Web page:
Nothing But Net

LeBron James’ $42 million college scholarship pledge a potential game changer for America’s forgotten youth

For nearly eight years, I was on the public relations staff at Children’s Hospital in New Orleans. In that time, one of the most disturbing things I experienced – next to the loss of a child – was the lack of hope many of the young people in New Orleans feel about their future. Too many young New Orleanians don’t believe they’ll make it past their teenage years. As a result, they’re living a freewheeling life like there will, literally, be no tomorrow.

I have a hunch that this feeling isn’t isolated to kids in New Orleans. Because they don’t believe they’ll escape their teens, too many American youth, especially in our urban areas, don’t see the importance of investing in their future by bettering themselves through education. If they do make it, they are often not adequately prepared to positively contribute to the community.

But last week, a hero to many youth around the globe made a $41 million pledge to try to change the askew view of teens in his hometown.

LeBron James didn’t go to college, but that doesn’t mean he doesn’t understand the importance of a university education.

“King” James, the undisputed best active basketball player in the world – who went straight from high school to the NBA – announced last week that his LeBron James Family Foundation would partner with the University of Akron in Ohio to provide underprivileged students four-year scholarships to the school. Akron kids who complete the foundation’s “I Promise” program, which requires they graduate from an Akron public high school, meet standardized testing requirements, and fulfill a community service obligation will earn the scholarship, which will cover tuition and the university's general service fee – currently about $10,000 per year.

“These students have big dreams, and I'm happy to do everything I can to help them get there,” James said at the program’s announcement last week. “They're going to have to earn it, but I'm excited to see what these kids can accomplish knowing that college is in their futures.

“It means so much because, as a kid growing up in the inner city and a lot of African-American kids, you don't really think past high school. You don't really know your future. You hear high school all the time, and you graduate high school and then you never think past that because either it's not possible or your family's not financially stable to even be able to support a kid going to college.”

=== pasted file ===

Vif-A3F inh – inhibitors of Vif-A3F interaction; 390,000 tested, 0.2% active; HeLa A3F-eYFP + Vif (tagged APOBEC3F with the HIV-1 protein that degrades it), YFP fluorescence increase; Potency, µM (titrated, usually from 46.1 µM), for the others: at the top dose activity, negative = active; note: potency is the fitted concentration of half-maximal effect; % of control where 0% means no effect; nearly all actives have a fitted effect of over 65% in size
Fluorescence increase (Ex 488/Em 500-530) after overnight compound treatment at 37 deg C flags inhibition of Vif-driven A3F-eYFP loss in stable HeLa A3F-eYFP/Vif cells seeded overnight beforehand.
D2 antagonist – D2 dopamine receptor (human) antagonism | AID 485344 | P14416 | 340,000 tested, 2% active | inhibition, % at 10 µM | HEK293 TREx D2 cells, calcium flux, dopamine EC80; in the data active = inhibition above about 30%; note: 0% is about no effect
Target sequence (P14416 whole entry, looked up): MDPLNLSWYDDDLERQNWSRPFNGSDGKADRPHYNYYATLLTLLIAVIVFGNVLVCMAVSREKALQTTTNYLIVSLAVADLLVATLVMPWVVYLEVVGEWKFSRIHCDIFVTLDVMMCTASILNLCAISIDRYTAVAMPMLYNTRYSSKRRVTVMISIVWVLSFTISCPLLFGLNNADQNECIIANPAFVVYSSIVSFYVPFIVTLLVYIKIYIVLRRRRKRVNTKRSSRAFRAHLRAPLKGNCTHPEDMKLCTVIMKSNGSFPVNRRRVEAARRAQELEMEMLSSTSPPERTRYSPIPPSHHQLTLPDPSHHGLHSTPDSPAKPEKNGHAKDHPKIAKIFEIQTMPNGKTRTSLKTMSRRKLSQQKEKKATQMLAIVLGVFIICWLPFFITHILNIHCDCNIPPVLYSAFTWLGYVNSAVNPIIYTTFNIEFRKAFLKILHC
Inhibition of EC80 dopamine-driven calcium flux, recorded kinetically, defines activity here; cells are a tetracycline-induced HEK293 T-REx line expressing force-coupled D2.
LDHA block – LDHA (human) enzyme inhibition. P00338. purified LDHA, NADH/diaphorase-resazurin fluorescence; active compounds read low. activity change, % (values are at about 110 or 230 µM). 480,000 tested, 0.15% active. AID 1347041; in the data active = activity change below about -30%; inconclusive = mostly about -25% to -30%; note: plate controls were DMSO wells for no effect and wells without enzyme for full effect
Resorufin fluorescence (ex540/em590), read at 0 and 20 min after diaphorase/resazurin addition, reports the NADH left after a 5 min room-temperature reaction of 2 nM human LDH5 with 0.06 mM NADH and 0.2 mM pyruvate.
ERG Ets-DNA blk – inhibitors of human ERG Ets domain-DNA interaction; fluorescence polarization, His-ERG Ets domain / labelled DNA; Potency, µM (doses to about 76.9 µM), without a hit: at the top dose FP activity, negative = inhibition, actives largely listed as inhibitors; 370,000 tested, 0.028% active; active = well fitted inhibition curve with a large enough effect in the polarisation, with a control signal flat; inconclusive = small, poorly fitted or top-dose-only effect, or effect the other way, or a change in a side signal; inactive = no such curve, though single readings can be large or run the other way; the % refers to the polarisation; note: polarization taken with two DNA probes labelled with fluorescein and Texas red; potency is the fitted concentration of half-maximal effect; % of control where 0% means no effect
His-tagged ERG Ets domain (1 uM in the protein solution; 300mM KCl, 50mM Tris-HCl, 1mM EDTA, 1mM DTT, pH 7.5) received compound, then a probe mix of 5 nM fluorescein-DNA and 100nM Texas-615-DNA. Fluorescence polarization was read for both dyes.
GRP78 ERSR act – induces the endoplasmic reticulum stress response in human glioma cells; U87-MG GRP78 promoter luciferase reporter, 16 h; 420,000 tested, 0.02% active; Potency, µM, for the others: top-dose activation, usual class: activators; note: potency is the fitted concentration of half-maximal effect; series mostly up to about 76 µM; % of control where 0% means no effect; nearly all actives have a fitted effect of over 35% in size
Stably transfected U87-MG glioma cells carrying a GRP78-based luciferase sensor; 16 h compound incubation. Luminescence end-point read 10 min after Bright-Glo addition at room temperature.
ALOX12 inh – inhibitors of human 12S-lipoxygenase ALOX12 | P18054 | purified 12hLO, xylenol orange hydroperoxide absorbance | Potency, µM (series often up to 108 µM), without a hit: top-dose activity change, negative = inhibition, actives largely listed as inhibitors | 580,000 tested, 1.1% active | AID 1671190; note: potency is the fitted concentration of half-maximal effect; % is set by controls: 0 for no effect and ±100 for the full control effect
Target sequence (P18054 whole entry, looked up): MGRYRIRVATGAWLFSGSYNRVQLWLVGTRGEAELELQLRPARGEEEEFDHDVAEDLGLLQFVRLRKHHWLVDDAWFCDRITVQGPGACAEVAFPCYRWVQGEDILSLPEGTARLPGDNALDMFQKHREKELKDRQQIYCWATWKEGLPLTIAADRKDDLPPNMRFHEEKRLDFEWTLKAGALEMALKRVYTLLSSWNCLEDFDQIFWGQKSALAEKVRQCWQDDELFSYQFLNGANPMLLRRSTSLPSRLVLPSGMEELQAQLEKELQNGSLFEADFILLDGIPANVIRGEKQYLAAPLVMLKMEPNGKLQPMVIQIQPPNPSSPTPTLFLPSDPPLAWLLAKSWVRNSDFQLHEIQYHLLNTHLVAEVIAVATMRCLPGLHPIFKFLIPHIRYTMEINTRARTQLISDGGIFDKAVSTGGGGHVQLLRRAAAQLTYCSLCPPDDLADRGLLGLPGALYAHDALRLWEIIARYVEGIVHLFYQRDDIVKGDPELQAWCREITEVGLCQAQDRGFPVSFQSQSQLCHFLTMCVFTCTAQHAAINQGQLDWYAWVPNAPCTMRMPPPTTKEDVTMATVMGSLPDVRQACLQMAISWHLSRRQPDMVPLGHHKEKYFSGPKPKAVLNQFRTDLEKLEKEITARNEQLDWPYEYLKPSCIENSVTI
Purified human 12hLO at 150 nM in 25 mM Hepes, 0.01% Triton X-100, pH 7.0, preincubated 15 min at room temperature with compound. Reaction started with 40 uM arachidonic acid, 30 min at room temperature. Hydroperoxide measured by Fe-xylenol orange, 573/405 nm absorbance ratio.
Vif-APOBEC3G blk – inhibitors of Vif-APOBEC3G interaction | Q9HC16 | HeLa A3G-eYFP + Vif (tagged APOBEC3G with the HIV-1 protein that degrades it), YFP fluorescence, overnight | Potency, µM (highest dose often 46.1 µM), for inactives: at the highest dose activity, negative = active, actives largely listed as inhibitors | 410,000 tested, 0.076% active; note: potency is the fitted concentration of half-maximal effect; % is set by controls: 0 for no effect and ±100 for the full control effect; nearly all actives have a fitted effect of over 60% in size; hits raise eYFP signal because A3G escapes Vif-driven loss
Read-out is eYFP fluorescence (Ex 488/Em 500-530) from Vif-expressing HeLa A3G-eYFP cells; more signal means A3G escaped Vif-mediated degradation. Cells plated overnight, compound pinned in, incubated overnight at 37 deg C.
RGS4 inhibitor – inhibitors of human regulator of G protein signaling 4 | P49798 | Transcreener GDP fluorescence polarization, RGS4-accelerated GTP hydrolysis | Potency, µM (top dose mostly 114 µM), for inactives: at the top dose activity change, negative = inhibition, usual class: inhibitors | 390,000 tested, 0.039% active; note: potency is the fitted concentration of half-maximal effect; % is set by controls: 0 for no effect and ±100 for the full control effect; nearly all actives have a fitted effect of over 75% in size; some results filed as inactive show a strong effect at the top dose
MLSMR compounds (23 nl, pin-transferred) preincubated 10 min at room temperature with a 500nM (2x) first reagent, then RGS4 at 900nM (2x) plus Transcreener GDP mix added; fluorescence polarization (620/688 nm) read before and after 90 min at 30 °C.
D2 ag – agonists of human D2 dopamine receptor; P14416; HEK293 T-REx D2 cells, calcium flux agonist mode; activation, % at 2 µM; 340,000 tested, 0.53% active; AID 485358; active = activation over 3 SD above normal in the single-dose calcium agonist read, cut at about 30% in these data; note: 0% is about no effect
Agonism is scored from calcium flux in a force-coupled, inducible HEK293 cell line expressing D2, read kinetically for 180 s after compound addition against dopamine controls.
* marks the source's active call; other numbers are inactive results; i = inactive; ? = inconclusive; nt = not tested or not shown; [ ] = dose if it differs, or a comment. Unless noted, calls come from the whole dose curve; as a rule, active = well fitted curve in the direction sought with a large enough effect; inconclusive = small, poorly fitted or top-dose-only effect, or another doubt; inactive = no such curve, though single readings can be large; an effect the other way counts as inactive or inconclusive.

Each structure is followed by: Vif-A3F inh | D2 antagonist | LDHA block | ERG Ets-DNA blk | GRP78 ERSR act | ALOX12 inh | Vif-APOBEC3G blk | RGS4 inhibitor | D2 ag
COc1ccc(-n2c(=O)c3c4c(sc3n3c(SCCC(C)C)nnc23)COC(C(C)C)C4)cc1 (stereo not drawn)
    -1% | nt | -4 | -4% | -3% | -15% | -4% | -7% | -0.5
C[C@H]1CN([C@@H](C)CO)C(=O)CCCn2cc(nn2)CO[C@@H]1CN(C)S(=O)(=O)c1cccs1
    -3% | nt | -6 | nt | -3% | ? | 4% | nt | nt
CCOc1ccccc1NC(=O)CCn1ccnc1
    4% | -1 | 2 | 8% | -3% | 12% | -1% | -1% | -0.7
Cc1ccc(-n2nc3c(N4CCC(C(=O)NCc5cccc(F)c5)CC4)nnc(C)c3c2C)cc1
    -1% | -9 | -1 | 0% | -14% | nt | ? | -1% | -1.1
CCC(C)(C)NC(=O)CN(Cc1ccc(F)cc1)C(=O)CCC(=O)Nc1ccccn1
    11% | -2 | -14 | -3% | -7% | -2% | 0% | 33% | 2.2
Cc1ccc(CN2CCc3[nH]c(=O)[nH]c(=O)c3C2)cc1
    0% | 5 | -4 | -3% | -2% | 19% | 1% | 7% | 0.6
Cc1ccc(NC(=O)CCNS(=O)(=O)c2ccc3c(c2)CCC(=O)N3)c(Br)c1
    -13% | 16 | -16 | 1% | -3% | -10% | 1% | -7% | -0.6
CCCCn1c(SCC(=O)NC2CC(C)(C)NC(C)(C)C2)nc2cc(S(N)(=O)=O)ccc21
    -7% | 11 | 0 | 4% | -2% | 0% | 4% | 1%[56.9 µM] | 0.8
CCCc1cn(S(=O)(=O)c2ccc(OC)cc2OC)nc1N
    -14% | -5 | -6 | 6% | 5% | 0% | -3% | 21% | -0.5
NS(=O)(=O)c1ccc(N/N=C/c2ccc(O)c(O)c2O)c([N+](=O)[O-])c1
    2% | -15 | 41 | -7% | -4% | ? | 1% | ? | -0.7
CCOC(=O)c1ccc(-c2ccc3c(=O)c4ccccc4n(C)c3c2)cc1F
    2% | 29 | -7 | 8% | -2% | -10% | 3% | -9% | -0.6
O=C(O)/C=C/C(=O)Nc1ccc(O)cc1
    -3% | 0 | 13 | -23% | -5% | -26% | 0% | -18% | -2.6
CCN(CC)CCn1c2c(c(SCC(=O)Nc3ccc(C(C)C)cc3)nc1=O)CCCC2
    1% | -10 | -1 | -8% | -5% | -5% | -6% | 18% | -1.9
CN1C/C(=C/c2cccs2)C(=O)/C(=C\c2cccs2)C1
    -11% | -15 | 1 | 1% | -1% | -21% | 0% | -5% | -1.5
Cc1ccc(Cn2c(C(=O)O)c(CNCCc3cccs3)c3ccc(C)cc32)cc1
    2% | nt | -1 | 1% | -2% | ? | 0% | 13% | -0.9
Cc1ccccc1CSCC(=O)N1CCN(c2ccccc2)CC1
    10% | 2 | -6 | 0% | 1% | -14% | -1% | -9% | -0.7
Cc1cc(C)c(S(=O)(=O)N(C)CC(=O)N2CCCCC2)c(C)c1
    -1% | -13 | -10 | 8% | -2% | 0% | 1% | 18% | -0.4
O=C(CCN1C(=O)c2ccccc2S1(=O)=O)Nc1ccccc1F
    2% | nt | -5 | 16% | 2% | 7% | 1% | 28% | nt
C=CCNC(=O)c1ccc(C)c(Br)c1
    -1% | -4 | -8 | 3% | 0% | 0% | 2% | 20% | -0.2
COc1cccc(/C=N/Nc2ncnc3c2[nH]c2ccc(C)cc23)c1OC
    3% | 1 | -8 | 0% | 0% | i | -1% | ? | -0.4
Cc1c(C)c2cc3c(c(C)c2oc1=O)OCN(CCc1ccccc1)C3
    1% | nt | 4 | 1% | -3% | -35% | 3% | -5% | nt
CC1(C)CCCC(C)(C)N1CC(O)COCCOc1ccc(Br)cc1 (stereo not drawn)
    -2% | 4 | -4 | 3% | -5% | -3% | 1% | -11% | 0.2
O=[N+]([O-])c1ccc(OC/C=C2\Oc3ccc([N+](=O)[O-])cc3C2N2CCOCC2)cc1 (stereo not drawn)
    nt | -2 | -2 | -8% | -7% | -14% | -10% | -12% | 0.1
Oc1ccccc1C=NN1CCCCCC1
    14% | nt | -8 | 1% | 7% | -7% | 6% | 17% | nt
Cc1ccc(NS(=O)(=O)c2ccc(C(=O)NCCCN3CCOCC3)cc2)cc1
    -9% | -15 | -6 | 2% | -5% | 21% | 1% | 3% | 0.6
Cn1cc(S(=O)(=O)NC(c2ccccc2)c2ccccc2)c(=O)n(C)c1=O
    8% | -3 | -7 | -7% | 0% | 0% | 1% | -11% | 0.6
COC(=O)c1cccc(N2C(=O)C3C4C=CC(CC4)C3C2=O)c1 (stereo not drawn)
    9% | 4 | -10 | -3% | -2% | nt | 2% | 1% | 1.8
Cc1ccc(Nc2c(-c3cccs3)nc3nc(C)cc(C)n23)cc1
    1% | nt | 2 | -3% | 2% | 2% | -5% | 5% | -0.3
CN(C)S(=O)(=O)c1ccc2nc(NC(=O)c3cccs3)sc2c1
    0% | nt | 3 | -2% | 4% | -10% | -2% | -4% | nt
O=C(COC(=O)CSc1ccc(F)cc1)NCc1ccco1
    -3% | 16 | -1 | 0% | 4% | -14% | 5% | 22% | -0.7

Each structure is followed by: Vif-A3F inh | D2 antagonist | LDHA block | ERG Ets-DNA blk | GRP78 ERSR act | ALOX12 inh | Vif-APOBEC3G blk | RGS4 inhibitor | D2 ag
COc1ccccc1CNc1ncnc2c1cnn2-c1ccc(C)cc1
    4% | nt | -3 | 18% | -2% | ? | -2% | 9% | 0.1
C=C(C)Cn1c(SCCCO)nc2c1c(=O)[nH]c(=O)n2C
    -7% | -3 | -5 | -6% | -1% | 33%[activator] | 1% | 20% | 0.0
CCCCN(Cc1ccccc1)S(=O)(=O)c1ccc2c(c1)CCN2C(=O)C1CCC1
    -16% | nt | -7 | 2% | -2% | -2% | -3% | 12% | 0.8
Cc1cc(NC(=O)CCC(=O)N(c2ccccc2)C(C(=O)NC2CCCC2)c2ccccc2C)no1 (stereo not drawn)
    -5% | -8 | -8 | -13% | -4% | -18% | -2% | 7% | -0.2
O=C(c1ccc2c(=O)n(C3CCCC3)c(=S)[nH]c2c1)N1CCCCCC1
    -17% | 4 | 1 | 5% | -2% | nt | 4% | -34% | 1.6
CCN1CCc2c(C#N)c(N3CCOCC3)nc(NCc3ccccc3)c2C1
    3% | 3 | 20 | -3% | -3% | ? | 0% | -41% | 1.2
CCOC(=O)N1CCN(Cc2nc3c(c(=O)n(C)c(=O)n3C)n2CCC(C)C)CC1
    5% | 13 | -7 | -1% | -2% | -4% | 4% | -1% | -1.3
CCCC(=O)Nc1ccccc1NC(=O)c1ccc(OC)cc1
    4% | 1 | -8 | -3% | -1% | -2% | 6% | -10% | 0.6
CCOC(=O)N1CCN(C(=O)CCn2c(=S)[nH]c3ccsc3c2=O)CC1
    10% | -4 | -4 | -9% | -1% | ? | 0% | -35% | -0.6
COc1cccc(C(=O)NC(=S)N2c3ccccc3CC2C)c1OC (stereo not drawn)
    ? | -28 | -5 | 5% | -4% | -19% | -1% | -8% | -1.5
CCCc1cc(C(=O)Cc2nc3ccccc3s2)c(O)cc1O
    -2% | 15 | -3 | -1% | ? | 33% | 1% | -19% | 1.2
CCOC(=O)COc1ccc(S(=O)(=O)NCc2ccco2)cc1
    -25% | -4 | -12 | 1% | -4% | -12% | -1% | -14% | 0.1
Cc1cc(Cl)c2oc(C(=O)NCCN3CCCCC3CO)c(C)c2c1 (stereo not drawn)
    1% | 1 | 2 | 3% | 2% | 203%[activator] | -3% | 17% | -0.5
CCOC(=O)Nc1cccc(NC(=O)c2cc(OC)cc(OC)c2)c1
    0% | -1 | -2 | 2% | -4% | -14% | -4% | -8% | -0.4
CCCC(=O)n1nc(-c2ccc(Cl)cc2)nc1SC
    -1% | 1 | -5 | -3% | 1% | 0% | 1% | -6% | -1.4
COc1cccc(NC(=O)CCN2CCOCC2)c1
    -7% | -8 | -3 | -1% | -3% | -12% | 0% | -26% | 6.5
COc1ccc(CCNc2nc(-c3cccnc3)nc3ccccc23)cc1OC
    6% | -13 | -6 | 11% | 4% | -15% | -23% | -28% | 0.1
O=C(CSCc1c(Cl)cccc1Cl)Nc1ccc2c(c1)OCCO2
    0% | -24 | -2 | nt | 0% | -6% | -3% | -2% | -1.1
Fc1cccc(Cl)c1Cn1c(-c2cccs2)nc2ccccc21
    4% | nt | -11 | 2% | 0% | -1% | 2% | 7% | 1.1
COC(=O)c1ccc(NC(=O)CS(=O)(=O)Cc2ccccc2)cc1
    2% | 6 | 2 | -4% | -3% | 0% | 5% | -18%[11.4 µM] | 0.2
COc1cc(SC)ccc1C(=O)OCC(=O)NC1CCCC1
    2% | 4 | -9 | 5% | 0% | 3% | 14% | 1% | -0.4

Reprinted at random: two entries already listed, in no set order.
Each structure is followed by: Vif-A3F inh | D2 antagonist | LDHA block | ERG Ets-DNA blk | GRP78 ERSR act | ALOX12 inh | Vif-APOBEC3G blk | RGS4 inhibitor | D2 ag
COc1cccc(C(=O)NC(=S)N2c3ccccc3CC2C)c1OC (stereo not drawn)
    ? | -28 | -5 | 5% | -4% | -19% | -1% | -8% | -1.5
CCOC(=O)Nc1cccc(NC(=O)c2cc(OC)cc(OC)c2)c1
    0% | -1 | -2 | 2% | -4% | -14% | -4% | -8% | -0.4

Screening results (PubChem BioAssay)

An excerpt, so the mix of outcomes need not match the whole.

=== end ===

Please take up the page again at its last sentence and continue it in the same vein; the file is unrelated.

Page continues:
Michele Campbell, executive director of the LeBron James Family Foundation, said the four-time NBA MVP, grew up in a single-parent home and became emotional when discussing the impact the program will have on the kids, their families, and community.

“Not everybody can be an NBA superstar, so to be able to provide the framework to make your dreams come true is overpowering,” Campbell said.

The first class eligible for the scholarships will graduate in 2021. JPMorgan Chase is providing a program to track participating students’ progress.

James received a lot of acrimony a few years ago when he decided to “take his talents to South Beach,” leaving the Cleveland Cavaliers for the Miami Heat with the announcement that he would win “five, six, seven” NBA championships in south Florida only to win two and return to northeast Ohio. It should no longer be held against him. Where he once appeared pompous and self-centered, he now appears community-minded, determined to positively change the future of Akron and its children.

New Orleans is home to many, many successful professional athletes. It is my hope that those native New Orleanians who have reached their field of dreams and have the economic capability to make an impact will follow James’ lead and offer local underprivileged children the opportunity to make a positive impact on their future. It's time for our city’s saints to march in and create a legacy that will have a much more meaningful impact than any exploits they may achieve on the field, court or diamond.  


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